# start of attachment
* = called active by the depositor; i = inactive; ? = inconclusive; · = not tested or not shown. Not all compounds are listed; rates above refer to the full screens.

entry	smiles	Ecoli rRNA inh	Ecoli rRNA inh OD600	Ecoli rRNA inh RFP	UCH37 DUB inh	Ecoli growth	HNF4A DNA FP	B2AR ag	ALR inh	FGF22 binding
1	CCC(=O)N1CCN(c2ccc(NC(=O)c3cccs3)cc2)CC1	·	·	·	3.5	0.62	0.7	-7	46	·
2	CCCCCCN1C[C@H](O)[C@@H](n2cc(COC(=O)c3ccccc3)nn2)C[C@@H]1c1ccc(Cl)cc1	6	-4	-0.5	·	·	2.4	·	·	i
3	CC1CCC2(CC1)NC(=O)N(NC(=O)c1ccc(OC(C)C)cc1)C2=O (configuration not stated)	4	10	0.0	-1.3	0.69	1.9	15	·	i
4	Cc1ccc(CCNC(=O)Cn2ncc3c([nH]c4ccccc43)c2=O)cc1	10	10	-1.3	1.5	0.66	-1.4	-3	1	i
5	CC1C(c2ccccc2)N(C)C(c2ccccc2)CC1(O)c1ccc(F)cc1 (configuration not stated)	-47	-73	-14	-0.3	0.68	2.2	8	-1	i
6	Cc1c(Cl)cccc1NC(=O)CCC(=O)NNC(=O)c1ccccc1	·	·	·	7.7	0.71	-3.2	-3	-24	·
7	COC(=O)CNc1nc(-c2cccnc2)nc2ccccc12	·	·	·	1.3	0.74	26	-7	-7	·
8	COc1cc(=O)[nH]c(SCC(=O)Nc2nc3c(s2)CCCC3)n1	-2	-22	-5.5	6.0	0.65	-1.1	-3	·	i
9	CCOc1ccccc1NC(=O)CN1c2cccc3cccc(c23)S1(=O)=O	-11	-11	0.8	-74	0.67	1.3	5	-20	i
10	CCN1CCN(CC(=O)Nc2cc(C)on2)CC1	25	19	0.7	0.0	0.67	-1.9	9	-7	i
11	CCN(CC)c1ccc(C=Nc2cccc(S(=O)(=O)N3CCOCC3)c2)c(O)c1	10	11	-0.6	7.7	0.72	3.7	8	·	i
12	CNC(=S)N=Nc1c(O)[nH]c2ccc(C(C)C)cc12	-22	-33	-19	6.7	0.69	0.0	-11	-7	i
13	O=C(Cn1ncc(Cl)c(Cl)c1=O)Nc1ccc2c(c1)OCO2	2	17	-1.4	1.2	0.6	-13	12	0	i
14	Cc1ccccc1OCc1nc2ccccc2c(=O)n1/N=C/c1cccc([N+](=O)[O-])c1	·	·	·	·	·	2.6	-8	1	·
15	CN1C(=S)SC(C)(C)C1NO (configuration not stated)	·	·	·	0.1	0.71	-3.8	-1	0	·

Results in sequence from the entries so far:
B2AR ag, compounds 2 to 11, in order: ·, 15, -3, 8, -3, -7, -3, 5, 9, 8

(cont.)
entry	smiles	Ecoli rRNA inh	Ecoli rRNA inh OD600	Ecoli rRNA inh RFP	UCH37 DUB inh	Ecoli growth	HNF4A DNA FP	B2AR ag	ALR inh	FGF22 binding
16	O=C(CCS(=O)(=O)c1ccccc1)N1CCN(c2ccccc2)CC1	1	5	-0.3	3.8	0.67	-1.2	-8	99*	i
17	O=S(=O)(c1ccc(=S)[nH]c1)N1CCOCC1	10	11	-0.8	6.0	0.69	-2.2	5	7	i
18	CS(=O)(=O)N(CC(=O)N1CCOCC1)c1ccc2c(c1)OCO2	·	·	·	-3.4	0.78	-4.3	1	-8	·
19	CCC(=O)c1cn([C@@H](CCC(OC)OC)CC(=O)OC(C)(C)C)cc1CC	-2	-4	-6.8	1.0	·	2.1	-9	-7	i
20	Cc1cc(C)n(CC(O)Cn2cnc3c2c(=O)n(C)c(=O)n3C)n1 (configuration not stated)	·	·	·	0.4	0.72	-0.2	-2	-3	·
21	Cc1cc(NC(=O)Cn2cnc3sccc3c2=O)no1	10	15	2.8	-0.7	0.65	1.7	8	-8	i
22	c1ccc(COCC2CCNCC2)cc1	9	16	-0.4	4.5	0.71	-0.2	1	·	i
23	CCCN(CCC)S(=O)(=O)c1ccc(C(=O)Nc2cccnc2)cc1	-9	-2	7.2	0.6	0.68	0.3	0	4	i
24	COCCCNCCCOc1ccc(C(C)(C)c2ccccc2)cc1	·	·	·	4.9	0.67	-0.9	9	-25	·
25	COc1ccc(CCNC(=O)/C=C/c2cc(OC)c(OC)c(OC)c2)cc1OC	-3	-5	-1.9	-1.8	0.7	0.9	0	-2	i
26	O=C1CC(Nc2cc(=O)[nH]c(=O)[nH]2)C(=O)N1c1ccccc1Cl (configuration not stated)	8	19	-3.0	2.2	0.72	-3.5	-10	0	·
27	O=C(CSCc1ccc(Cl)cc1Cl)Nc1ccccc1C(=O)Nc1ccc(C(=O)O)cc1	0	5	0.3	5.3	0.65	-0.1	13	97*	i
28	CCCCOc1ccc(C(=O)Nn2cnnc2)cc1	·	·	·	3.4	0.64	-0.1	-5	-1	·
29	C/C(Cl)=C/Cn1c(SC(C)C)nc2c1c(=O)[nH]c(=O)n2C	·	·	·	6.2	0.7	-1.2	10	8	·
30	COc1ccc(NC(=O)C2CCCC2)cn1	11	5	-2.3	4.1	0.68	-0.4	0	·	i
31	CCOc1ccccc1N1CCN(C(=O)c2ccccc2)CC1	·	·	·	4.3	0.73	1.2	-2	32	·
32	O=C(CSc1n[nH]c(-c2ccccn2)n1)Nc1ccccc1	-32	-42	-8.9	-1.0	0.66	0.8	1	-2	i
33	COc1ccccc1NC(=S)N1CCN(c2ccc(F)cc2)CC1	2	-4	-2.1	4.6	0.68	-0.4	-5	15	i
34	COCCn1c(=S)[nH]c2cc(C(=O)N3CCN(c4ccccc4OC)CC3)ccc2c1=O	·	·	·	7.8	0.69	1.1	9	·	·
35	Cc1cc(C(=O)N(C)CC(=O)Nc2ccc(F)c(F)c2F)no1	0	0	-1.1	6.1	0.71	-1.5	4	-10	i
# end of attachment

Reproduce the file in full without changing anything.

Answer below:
* = called active by the depositor; i = inactive; ? = inconclusive; · = not tested or not shown. Not all compounds are listed; rates above refer to the full screens.

entry	smiles	Ecoli rRNA inh	Ecoli rRNA inh OD600	Ecoli rRNA inh RFP	UCH37 DUB inh	Ecoli growth	HNF4A DNA FP	B2AR ag	ALR inh	FGF22 binding
1	CCC(=O)N1CCN(c2ccc(NC(=O)c3cccs3)cc2)CC1	·	·	·	3.5	0.62	0.7	-7	46	·
2	CCCCCCN1C[C@H](O)[C@@H](n2cc(COC(=O)c3ccccc3)nn2)C[C@@H]1c1ccc(Cl)cc1	6	-4	-0.5	·	·	2.4	·	·	i
3	CC1CCC2(CC1)NC(=O)N(NC(=O)c1ccc(OC(C)C)cc1)C2=O (configuration not stated)	4	10	0.0	-1.3	0.69	1.9	15	·	i
4	Cc1ccc(CCNC(=O)Cn2ncc3c([nH]c4ccccc43)c2=O)cc1	10	10	-1.3	1.5	0.66	-1.4	-3	1	i
5	CC1C(c2ccccc2)N(C)C(c2ccccc2)CC1(O)c1ccc(F)cc1 (configuration not stated)	-47	-73	-14	-0.3	0.68	2.2	8	-1	i
6	Cc1c(Cl)cccc1NC(=O)CCC(=O)NNC(=O)c1ccccc1	·	·	·	7.7	0.71	-3.2	-3	-24	·
7	COC(=O)CNc1nc(-c2cccnc2)nc2ccccc12	·	·	·	1.3	0.74	26	-7	-7	·
8	COc1cc(=O)[nH]c(SCC(=O)Nc2nc3c(s2)CCCC3)n1	-2	-22	-5.5	6.0	0.65	-1.1	-3	·	i
9	CCOc1ccccc1NC(=O)CN1c2cccc3cccc(c23)S1(=O)=O	-11	-11	0.8	-74	0.67	1.3	5	-20	i
10	CCN1CCN(CC(=O)Nc2cc(C)on2)CC1	25	19	0.7	0.0	0.67	-1.9	9	-7	i
11	CCN(CC)c1ccc(C=Nc2cccc(S(=O)(=O)N3CCOCC3)c2)c(O)c1	10	11	-0.6	7.7	0.72	3.7	8	·	i
12	CNC(=S)N=Nc1c(O)[nH]c2ccc(C(C)C)cc12	-22	-33	-19	6.7	0.69	0.0	-11	-7	i
13	O=C(Cn1ncc(Cl)c(Cl)c1=O)Nc1ccc2c(c1)OCO2	2	17	-1.4	1.2	0.6	-13	12	0	i
14	Cc1ccccc1OCc1nc2ccccc2c(=O)n1/N=C/c1cccc([N+](=O)[O-])c1	·	·	·	·	·	2.6	-8	1	·
15	CN1C(=S)SC(C)(C)C1NO (configuration not stated)	·	·	·	0.1	0.71	-3.8	-1	0	·

Results in sequence from the entries so far:
B2AR ag, compounds 2 to 11, in order: ·, 15, -3, 8, -3, -7, -3, 5, 9, 8

(cont.)
entry	smiles	Ecoli rRNA inh	Ecoli rRNA inh OD600	Ecoli rRNA inh RFP	UCH37 DUB inh	Ecoli growth	HNF4A DNA FP	B2AR ag	ALR inh	FGF22 binding
16	O=C(CCS(=O)(=O)c1ccccc1)N1CCN(c2ccccc2)CC1	1	5	-0.3	3.8	0.67	-1.2	-8	99*	i
17	O=S(=O)(c1ccc(=S)[nH]c1)N1CCOCC1	10	11	-0.8	6.0	0.69	-2.2	5	7	i
18	CS(=O)(=O)N(CC(=O)N1CCOCC1)c1ccc2c(c1)OCO2	·	·	·	-3.4	0.78	-4.3	1	-8	·
19	CCC(=O)c1cn([C@@H](CCC(OC)OC)CC(=O)OC(C)(C)C)cc1CC	-2	-4	-6.8	1.0	·	2.1	-9	-7	i
20	Cc1cc(C)n(CC(O)Cn2cnc3c2c(=O)n(C)c(=O)n3C)n1 (configuration not stated)	·	·	·	0.4	0.72	-0.2	-2	-3	·
21	Cc1cc(NC(=O)Cn2cnc3sccc3c2=O)no1	10	15	2.8	-0.7	0.65	1.7	8	-8	i
22	c1ccc(COCC2CCNCC2)cc1	9	16	-0.4	4.5	0.71	-0.2	1	·	i
23	CCCN(CCC)S(=O)(=O)c1ccc(C(=O)Nc2cccnc2)cc1	-9	-2	7.2	0.6	0.68	0.3	0	4	i
24	COCCCNCCCOc1ccc(C(C)(C)c2ccccc2)cc1	·	·	·	4.9	0.67	-0.9	9	-25	·
25	COc1ccc(CCNC(=O)/C=C/c2cc(OC)c(OC)c(OC)c2)cc1OC	-3	-5	-1.9	-1.8	0.7	0.9	0	-2	i
26	O=C1CC(Nc2cc(=O)[nH]c(=O)[nH]2)C(=O)N1c1ccccc1Cl (configuration not stated)	8	19	-3.0	2.2	0.72	-3.5	-10	0	·
27	O=C(CSCc1ccc(Cl)cc1Cl)Nc1ccccc1C(=O)Nc1ccc(C(=O)O)cc1	0	5	0.3	5.3	0.65	-0.1	13	97*	i
28	CCCCOc1ccc(C(=O)Nn2cnnc2)cc1	·	·	·	3.4	0.64	-0.1	-5	-1	·
29	C/C(Cl)=C/Cn1c(SC(C)C)nc2c1c(=O)[nH]c(=O)n2C	·	·	·	6.2	0.7	-1.2	10	8	·
30	COc1ccc(NC(=O)C2CCCC2)cn1	11	5	-2.3	4.1	0.68	-0.4	0	·	i
31	CCOc1ccccc1N1CCN(C(=O)c2ccccc2)CC1	·	·	·	4.3	0.73	1.2	-2	32	·
32	O=C(CSc1n[nH]c(-c2ccccn2)n1)Nc1ccccc1	-32	-42	-8.9	-1.0	0.66	0.8	1	-2	i
33	COc1ccccc1NC(=S)N1CCN(c2ccc(F)cc2)CC1	2	-4	-2.1	4.6	0.68	-0.4	-5	15	i
34	COCCn1c(=S)[nH]c2cc(C(=O)N3CCN(c4ccccc4OC)CC3)ccc2c1=O	·	·	·	7.8	0.69	1.1	9	·	·
35	Cc1cc(C(=O)N(C)CC(=O)Nc2ccc(F)c(F)c2F)no1	0	0	-1.1	6.1	0.71	-1.5	4	-10	i